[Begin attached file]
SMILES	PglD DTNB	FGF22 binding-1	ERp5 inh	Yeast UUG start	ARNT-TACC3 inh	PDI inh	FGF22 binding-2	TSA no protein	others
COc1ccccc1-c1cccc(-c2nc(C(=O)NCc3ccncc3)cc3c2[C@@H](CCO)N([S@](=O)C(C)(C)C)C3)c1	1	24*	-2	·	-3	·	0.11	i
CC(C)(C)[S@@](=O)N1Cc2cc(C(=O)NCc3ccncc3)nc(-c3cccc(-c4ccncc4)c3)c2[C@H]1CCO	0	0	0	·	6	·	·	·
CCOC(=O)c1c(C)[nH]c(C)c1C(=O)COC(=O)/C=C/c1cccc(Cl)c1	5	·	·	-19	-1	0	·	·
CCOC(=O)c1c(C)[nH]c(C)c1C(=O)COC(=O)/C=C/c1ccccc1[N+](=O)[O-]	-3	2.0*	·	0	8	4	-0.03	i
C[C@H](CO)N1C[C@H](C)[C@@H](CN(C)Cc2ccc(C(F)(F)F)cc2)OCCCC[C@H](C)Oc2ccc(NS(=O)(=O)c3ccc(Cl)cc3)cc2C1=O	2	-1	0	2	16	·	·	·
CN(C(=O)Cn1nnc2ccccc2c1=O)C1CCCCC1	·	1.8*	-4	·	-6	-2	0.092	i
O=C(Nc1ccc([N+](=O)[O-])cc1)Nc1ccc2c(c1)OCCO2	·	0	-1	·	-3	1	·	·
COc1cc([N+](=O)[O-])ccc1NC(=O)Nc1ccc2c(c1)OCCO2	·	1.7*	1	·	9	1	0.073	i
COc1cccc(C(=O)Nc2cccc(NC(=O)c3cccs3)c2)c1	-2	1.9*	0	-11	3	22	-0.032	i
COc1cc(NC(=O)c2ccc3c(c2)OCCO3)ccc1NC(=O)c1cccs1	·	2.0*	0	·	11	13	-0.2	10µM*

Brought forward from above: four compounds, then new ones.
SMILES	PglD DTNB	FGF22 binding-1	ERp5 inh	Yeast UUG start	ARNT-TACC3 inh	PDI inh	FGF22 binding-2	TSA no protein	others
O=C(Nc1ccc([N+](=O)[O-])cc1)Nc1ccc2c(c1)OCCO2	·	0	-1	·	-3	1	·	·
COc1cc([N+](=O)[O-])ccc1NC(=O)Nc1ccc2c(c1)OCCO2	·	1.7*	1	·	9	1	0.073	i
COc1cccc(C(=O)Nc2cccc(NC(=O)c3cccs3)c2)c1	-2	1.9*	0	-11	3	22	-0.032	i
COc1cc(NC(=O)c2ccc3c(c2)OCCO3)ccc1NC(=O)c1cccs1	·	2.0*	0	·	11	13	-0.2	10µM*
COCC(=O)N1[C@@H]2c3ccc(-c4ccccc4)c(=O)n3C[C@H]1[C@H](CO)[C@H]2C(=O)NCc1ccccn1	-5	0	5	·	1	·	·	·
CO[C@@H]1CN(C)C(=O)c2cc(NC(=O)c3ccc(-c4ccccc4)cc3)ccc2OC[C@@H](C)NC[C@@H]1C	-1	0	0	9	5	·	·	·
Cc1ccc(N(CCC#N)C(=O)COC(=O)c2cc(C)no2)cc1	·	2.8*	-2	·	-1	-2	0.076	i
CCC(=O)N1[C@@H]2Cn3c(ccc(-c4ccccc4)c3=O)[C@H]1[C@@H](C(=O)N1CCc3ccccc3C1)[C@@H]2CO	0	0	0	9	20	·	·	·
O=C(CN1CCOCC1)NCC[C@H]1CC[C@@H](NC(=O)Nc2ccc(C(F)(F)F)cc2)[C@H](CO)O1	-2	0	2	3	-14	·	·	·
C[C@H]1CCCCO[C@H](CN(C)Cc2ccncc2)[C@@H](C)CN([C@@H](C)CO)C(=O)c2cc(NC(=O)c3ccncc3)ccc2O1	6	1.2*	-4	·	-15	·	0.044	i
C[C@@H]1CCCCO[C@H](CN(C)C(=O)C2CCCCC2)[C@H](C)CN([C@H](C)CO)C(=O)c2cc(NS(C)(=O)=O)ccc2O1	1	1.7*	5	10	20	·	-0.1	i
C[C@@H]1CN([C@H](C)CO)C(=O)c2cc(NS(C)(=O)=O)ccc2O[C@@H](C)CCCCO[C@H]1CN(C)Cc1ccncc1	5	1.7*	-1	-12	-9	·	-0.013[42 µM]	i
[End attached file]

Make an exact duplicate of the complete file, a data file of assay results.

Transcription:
SMILES	PglD DTNB	FGF22 binding-1	ERp5 inh	Yeast UUG start	ARNT-TACC3 inh	PDI inh	FGF22 binding-2	TSA no protein	others
COc1ccccc1-c1cccc(-c2nc(C(=O)NCc3ccncc3)cc3c2[C@@H](CCO)N([S@](=O)C(C)(C)C)C3)c1	1	24*	-2	·	-3	·	0.11	i
CC(C)(C)[S@@](=O)N1Cc2cc(C(=O)NCc3ccncc3)nc(-c3cccc(-c4ccncc4)c3)c2[C@H]1CCO	0	0	0	·	6	·	·	·
CCOC(=O)c1c(C)[nH]c(C)c1C(=O)COC(=O)/C=C/c1cccc(Cl)c1	5	·	·	-19	-1	0	·	·
CCOC(=O)c1c(C)[nH]c(C)c1C(=O)COC(=O)/C=C/c1ccccc1[N+](=O)[O-]	-3	2.0*	·	0	8	4	-0.03	i
C[C@H](CO)N1C[C@H](C)[C@@H](CN(C)Cc2ccc(C(F)(F)F)cc2)OCCCC[C@H](C)Oc2ccc(NS(=O)(=O)c3ccc(Cl)cc3)cc2C1=O	2	-1	0	2	16	·	·	·
CN(C(=O)Cn1nnc2ccccc2c1=O)C1CCCCC1	·	1.8*	-4	·	-6	-2	0.092	i
O=C(Nc1ccc([N+](=O)[O-])cc1)Nc1ccc2c(c1)OCCO2	·	0	-1	·	-3	1	·	·
COc1cc([N+](=O)[O-])ccc1NC(=O)Nc1ccc2c(c1)OCCO2	·	1.7*	1	·	9	1	0.073	i
COc1cccc(C(=O)Nc2cccc(NC(=O)c3cccs3)c2)c1	-2	1.9*	0	-11	3	22	-0.032	i
COc1cc(NC(=O)c2ccc3c(c2)OCCO3)ccc1NC(=O)c1cccs1	·	2.0*	0	·	11	13	-0.2	10µM*

Brought forward from above: four compounds, then new ones.
SMILES	PglD DTNB	FGF22 binding-1	ERp5 inh	Yeast UUG start	ARNT-TACC3 inh	PDI inh	FGF22 binding-2	TSA no protein	others
O=C(Nc1ccc([N+](=O)[O-])cc1)Nc1ccc2c(c1)OCCO2	·	0	-1	·	-3	1	·	·
COc1cc([N+](=O)[O-])ccc1NC(=O)Nc1ccc2c(c1)OCCO2	·	1.7*	1	·	9	1	0.073	i
COc1cccc(C(=O)Nc2cccc(NC(=O)c3cccs3)c2)c1	-2	1.9*	0	-11	3	22	-0.032	i
COc1cc(NC(=O)c2ccc3c(c2)OCCO3)ccc1NC(=O)c1cccs1	·	2.0*	0	·	11	13	-0.2	10µM*
COCC(=O)N1[C@@H]2c3ccc(-c4ccccc4)c(=O)n3C[C@H]1[C@H](CO)[C@H]2C(=O)NCc1ccccn1	-5	0	5	·	1	·	·	·
CO[C@@H]1CN(C)C(=O)c2cc(NC(=O)c3ccc(-c4ccccc4)cc3)ccc2OC[C@@H](C)NC[C@@H]1C	-1	0	0	9	5	·	·	·
Cc1ccc(N(CCC#N)C(=O)COC(=O)c2cc(C)no2)cc1	·	2.8*	-2	·	-1	-2	0.076	i
CCC(=O)N1[C@@H]2Cn3c(ccc(-c4ccccc4)c3=O)[C@H]1[C@@H](C(=O)N1CCc3ccccc3C1)[C@@H]2CO	0	0	0	9	20	·	·	·
O=C(CN1CCOCC1)NCC[C@H]1CC[C@@H](NC(=O)Nc2ccc(C(F)(F)F)cc2)[C@H](CO)O1	-2	0	2	3	-14	·	·	·
C[C@H]1CCCCO[C@H](CN(C)Cc2ccncc2)[C@@H](C)CN([C@@H](C)CO)C(=O)c2cc(NC(=O)c3ccncc3)ccc2O1	6	1.2*	-4	·	-15	·	0.044	i
C[C@@H]1CCCCO[C@H](CN(C)C(=O)C2CCCCC2)[C@H](C)CN([C@H](C)CO)C(=O)c2cc(NS(C)(=O)=O)ccc2O1	1	1.7*	5	10	20	·	-0.1	i
C[C@@H]1CN([C@H](C)CO)C(=O)c2cc(NS(C)(=O)=O)ccc2O[C@@H](C)CCCCO[C@H]1CN(C)Cc1ccncc1	5	1.7*	-1	-12	-9	·	-0.013[42 µM]	i